This report summarizes the results of EPRI's multi-year research effort to assess cladding performance under normal and hypothetical accident conditions of spent nuclear fuel transportation.
The structural performance of high-burnup spent fuel cladding during dry storage and transportation has been the subject of research and evaluation at EPRI for several years. The major issues addressed in this research program have included the following:
- Characterization and development of predictive models for damage mechanisms perceived to be potentially active during dry storage
- Modeling and analysis of deformation processes during long-term dry storage
- Development of cladding failure models and failure criteria, considering cladding material and physical conditions during dry storage and transportation
- Failure analysis, considering end-of-dry-storage conditions, of spent fuel systems subjected to normal and accident conditions of transport, prescribed in Part 71 of Title 10 of the Code of Federal Regulations (10 CFR 71)
While issues related to dry storage have largely been resolved, transportation issues have not, at least for spent fuel with discharge burnups greater than 45 GWd/MTU. A research program was launched in late 2002 following two NRC-industry meetings held on September 6, 2002 and October 23, 2002. The aim of the research program was to assess the performance of high-burnup spent fuel cladding under normal and accident conditions of transportation, as prescribed by 10 CFR 71, considering the physical characteristics and mechanical properties of cladding at the end of dry storage. Since its inception in the fall of 2002, the research program has resulted in the publication of eight EPRI reports.
To present a synthesis of the information contained in eight previously published EPRI reports, which collectively form a part of a technical basis intended to facilitate resolution of regulatory issues associated with the transportation of spent nuclear fuel characterized by discharge burnups greater than 45 GWd/MTU.
The research team reviewed the large body of modeling and analysis work carried out during the past several years and then organized it into three technical areas. The first technical area examines dry storage effects on cladding geometry (due to creep) and hydride morphology in the cladding alloy (due to hydride re-orientation). The second technical area deals with the development of failure models and failure criteria for application to transportation accident analysis. The third technical area applies the above-described developments to the evaluation of fuel rod failures in transportation casks subjected to loading conditions specified in 10 CFR 71.
The results of the analytical studies conducted during the past several years indicate that damage to high-burnup spent fuel under prescribed regulatory conditions of dry storage and transportation will not impair its operational management. Dry storage effects on cladding physical and material conditions, including creep-related deformations, have the potential to impact fuel rod performance during transportation. Specifically, cladding resistance to failure under the dynamic loading of transportation accidents depends on fuel-cladding gap size and radial hydride formation, both of which could—to a limited extent—evolve during long-term dry storage. The results of the hypothetical accident analysis indicate that cladding failure would be bi-modal—taking the form of 1) a state of failure initiation at the cladding inside diameter (ID) remaining as part-wall damage, with less than a 2% probability of occurrence and 2) a through-wall failure with a probability of 1E-5. The response analysis under normal conditions of transport shows a large margin against fuel rod failures. The grids and guide tubes, which form the structural elements of the fuel assembly, are predicted to remain structurally competent. As a result, the geometric form of the spent fuel assemblies will not be substantially altered.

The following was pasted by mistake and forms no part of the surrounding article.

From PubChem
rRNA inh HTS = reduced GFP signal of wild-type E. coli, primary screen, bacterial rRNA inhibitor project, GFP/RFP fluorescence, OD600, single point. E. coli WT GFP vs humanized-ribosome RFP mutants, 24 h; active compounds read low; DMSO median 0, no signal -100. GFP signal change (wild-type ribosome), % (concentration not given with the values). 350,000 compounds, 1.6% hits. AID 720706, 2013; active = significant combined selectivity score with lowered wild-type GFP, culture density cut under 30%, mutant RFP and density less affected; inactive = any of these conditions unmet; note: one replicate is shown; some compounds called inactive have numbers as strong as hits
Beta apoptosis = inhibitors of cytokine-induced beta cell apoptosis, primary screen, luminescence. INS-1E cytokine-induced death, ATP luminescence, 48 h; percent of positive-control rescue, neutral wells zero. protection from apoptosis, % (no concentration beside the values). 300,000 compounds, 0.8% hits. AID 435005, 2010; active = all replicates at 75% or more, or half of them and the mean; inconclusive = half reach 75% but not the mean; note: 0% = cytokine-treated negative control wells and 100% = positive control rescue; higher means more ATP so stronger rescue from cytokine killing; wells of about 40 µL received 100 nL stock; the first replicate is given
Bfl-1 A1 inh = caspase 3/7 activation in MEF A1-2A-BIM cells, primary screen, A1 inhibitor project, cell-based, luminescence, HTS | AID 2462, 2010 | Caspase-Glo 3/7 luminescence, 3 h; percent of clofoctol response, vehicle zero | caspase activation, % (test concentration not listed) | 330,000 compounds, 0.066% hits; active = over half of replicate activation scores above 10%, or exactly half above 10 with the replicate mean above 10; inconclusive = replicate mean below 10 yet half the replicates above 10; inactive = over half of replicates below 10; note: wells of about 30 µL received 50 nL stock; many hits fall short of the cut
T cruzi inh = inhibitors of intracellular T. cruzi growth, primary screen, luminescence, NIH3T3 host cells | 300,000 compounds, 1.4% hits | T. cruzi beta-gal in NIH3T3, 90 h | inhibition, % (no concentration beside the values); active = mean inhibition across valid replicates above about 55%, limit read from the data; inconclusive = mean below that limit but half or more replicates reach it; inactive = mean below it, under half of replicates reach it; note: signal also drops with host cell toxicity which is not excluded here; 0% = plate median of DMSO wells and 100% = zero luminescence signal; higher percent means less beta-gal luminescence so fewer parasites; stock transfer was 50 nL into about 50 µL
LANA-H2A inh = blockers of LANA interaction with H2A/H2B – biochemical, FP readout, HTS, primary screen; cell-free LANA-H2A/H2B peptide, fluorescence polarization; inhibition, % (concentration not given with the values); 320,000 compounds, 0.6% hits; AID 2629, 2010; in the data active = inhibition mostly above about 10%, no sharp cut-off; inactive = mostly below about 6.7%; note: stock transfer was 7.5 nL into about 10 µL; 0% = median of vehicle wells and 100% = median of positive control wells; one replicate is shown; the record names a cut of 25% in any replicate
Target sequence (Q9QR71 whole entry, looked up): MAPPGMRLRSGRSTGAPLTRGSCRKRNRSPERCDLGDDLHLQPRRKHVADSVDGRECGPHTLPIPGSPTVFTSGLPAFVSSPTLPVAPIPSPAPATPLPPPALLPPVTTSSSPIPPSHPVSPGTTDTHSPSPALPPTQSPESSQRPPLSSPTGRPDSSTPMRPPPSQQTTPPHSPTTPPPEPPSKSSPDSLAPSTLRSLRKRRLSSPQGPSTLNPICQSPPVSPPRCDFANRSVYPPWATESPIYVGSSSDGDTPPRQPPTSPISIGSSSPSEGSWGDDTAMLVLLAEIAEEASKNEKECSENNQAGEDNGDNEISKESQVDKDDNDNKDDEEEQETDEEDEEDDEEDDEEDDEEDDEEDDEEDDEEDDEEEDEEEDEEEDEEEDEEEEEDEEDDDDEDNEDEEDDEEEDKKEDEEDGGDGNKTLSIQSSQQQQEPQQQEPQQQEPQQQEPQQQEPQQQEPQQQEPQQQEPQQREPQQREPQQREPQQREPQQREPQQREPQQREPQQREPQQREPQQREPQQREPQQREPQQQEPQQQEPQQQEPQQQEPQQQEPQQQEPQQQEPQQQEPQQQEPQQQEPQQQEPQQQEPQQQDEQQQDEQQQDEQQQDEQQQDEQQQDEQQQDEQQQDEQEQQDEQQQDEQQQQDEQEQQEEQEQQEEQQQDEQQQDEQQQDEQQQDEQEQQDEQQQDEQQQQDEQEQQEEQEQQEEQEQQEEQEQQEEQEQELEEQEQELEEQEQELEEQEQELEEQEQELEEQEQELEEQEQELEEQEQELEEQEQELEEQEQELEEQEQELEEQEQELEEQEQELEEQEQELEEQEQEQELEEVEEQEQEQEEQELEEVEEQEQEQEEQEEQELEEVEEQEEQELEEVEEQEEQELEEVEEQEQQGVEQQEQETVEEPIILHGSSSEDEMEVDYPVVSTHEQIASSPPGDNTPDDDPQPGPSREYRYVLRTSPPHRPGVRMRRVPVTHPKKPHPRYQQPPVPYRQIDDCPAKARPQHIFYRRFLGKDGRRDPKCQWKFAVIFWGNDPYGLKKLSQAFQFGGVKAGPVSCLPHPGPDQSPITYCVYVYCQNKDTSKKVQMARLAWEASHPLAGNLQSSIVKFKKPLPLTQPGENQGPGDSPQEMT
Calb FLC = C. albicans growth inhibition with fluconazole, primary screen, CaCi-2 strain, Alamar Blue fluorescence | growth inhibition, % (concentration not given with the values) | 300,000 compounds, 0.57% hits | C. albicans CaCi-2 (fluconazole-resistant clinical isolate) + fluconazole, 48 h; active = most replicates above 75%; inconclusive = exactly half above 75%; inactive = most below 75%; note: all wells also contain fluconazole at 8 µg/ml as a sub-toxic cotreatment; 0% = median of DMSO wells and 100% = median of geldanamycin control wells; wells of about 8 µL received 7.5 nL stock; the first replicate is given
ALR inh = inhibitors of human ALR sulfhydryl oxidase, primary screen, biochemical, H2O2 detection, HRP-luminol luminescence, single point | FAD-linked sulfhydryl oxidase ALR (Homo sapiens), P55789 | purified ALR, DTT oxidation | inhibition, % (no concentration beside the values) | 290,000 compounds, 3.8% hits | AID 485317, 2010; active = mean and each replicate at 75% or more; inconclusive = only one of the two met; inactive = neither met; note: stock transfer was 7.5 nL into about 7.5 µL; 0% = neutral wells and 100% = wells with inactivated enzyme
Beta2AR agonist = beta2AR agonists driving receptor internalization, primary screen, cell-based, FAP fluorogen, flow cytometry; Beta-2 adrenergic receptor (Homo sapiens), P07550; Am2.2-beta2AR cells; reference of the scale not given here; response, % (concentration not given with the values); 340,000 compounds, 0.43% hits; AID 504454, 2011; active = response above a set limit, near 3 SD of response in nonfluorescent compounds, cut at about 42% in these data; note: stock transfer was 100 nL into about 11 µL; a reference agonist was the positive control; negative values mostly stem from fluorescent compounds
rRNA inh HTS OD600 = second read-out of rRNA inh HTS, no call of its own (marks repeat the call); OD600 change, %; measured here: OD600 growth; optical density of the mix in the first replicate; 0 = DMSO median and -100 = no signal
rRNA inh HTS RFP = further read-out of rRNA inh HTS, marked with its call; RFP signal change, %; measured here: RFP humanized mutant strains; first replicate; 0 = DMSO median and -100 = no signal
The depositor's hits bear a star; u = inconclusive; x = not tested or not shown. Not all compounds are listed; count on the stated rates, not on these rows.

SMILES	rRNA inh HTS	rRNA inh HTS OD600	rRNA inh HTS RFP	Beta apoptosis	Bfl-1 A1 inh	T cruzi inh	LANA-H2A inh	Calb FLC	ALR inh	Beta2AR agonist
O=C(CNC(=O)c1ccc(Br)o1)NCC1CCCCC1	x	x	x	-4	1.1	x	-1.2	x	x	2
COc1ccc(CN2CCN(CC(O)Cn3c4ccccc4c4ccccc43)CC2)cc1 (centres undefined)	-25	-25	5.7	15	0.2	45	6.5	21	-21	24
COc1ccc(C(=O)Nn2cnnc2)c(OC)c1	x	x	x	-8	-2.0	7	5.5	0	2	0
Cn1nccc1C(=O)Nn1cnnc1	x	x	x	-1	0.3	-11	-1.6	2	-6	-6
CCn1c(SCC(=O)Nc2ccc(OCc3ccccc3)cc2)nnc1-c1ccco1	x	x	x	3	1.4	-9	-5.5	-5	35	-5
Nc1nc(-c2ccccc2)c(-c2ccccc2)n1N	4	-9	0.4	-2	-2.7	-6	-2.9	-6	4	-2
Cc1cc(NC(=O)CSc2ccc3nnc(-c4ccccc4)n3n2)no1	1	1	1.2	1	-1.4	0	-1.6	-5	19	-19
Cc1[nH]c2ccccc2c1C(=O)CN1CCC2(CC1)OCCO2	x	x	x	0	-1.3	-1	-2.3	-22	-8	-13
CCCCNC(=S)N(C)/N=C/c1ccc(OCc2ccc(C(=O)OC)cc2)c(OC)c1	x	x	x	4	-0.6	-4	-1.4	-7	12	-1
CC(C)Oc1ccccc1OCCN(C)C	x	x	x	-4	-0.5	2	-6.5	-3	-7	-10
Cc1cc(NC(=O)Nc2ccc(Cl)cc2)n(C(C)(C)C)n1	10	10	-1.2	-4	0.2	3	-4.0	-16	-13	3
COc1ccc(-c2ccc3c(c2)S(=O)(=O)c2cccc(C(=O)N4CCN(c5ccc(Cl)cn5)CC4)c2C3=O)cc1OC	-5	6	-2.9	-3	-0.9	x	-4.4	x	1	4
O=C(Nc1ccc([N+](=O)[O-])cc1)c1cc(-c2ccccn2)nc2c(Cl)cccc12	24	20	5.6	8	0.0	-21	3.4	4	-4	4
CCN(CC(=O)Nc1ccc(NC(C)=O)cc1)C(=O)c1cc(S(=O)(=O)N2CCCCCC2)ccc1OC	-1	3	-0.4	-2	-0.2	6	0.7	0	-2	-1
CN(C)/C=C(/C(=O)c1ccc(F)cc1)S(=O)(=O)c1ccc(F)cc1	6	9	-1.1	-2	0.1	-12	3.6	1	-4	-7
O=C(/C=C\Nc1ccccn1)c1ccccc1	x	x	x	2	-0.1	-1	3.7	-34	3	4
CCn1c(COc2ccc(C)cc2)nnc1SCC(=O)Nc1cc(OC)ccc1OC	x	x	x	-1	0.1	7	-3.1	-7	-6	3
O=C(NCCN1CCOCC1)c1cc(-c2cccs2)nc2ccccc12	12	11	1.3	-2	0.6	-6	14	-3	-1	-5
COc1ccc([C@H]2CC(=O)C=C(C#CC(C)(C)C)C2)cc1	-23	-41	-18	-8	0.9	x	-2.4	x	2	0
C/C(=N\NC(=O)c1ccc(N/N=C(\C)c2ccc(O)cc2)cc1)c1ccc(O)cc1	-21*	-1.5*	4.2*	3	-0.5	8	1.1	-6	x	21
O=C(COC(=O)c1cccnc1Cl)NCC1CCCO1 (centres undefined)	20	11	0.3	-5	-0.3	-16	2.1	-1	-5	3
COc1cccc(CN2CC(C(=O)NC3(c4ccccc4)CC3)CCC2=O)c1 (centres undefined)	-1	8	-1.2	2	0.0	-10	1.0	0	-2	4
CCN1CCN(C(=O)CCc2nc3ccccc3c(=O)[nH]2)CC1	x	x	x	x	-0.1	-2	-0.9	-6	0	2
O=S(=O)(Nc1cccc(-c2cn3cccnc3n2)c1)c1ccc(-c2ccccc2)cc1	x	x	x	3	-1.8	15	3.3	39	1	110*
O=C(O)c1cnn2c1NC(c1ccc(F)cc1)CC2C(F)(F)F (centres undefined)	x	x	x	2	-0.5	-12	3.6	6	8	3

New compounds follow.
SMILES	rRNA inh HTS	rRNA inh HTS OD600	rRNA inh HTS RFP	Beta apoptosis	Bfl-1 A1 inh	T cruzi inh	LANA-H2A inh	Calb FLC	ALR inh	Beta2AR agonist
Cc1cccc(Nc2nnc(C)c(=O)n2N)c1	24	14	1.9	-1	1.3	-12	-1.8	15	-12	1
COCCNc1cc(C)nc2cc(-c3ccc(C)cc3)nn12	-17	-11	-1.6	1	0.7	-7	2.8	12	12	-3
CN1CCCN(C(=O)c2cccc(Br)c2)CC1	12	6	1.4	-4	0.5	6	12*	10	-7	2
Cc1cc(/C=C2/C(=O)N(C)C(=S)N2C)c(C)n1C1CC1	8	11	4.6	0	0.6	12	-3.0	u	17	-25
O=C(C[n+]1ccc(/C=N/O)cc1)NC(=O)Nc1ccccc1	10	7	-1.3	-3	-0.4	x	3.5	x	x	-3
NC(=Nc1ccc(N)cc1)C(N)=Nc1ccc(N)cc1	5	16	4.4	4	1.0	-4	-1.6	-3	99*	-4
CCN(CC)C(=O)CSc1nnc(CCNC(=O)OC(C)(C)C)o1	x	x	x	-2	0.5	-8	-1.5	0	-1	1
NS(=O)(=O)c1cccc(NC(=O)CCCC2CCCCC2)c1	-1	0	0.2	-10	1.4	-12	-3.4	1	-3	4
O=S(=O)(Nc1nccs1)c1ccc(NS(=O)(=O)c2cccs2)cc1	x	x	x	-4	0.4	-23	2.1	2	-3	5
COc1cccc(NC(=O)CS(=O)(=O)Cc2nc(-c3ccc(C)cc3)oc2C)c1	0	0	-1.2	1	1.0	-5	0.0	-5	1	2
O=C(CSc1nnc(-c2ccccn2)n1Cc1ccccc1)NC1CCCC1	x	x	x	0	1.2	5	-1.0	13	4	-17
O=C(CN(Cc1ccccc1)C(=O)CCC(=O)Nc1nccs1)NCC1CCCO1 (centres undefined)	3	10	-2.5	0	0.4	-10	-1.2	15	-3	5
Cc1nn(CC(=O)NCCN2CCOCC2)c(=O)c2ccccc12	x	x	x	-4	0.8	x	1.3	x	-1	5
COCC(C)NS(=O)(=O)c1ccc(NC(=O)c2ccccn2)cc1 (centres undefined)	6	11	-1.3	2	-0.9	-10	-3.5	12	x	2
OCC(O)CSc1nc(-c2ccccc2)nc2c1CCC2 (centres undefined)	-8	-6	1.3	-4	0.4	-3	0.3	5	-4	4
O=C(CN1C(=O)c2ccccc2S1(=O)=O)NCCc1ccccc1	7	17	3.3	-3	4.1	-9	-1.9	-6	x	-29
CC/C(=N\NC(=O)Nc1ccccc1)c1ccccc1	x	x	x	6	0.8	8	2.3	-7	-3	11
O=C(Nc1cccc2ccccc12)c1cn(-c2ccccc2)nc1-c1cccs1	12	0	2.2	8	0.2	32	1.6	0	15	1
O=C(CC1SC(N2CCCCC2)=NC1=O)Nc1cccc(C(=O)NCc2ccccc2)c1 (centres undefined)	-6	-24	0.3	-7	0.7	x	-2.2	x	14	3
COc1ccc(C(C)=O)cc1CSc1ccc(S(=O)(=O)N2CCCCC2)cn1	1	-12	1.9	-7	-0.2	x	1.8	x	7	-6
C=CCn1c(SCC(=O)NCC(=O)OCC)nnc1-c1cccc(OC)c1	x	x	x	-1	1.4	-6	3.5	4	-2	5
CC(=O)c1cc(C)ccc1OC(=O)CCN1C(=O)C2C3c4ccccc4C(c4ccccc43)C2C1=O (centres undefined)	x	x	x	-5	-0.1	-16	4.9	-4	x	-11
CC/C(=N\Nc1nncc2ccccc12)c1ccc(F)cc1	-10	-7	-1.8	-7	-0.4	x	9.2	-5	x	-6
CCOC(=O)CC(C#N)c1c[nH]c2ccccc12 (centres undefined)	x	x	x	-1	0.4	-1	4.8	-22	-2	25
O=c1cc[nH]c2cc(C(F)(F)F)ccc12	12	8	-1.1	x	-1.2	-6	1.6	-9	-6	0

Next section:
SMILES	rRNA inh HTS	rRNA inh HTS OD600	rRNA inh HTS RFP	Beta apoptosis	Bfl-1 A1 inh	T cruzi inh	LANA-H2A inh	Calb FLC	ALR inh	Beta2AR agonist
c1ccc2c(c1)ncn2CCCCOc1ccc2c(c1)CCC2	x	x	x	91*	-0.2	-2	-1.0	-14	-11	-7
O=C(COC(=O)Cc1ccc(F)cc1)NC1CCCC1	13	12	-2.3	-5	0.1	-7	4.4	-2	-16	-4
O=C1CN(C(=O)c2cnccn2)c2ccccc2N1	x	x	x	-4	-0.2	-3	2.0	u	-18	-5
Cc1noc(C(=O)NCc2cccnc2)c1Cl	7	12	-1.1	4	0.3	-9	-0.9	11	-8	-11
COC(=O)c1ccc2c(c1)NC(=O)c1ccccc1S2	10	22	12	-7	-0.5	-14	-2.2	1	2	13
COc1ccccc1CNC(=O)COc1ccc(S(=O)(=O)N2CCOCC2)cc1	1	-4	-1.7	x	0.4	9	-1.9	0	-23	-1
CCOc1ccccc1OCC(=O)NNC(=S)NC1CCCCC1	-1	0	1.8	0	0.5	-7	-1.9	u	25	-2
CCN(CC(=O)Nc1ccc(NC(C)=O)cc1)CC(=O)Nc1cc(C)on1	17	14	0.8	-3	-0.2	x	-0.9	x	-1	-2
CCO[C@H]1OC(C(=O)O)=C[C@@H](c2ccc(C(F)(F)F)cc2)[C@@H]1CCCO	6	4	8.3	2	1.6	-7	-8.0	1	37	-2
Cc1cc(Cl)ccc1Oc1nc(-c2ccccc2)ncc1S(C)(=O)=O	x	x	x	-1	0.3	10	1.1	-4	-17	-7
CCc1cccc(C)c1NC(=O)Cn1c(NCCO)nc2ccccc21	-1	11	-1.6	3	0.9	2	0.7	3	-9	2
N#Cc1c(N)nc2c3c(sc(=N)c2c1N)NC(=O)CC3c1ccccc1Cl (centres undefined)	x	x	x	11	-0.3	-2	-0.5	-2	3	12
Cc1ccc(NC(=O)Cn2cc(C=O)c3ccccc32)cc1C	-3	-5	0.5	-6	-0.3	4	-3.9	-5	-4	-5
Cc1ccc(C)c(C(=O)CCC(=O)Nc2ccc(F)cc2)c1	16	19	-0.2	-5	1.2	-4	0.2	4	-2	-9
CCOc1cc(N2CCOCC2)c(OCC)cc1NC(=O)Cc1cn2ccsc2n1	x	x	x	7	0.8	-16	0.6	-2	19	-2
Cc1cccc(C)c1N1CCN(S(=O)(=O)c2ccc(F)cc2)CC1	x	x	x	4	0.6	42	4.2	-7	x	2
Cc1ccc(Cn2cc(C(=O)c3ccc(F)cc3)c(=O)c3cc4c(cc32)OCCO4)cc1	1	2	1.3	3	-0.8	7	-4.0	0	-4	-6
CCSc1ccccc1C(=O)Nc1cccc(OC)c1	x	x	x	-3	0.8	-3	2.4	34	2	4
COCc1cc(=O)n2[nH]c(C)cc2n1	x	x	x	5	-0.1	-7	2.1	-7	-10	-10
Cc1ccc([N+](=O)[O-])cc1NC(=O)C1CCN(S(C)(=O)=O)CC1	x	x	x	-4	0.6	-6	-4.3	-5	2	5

Failure to resolve, in a timely manner, regulatory issues associated with interim dry storage and transportation of high-burnup spent fuel would result in severe economic penalties and in operational limitations to nuclear plant operators. The Nuclear Regulatory Commission (NRC) Spent Fuel Storage and Transportation (SFST) Division issued Revision 3 of Interim Staff Guidance 11, Cladding Considerations for Transportation and Storage of Spent Nuclear Fuel
, in November 2003. Revision 3 contains generic acceptance criteria for the dry storage of spent fuel, but does not specify any such criteria for the transportation of high-burnup (>45 GWd/MTU) spent fuel. Proposed approaches for resolving technical issues associated with fuel assembly integrity under hypothetical transportation accident conditions have been discussed with SFST. The results are documented in eight EPRI reports: 1009694, June 2004; 1009693, December 2004; 1009929, June 2005; 1011816, September 2005; 1011817, December 2005; 1013447, October 2006; 1013448, December 2006, and 1015049 (June 2007). This report provides a synthesis of the work reported in these eight reports. For completeness, past work related to the dry storage phase in the life cycle of managing spent fuel is summarized, given that transportation may occur after an extended period of dry storage. Two additional reports assessing criticality risks during transportation of spent fuel (1013449, December 2006) and addressing effects of fuel relocation on nuclear reactivity (1015050, June 2007) provide further information intended to generically resolve the high-burnup spent fuel transportation issue.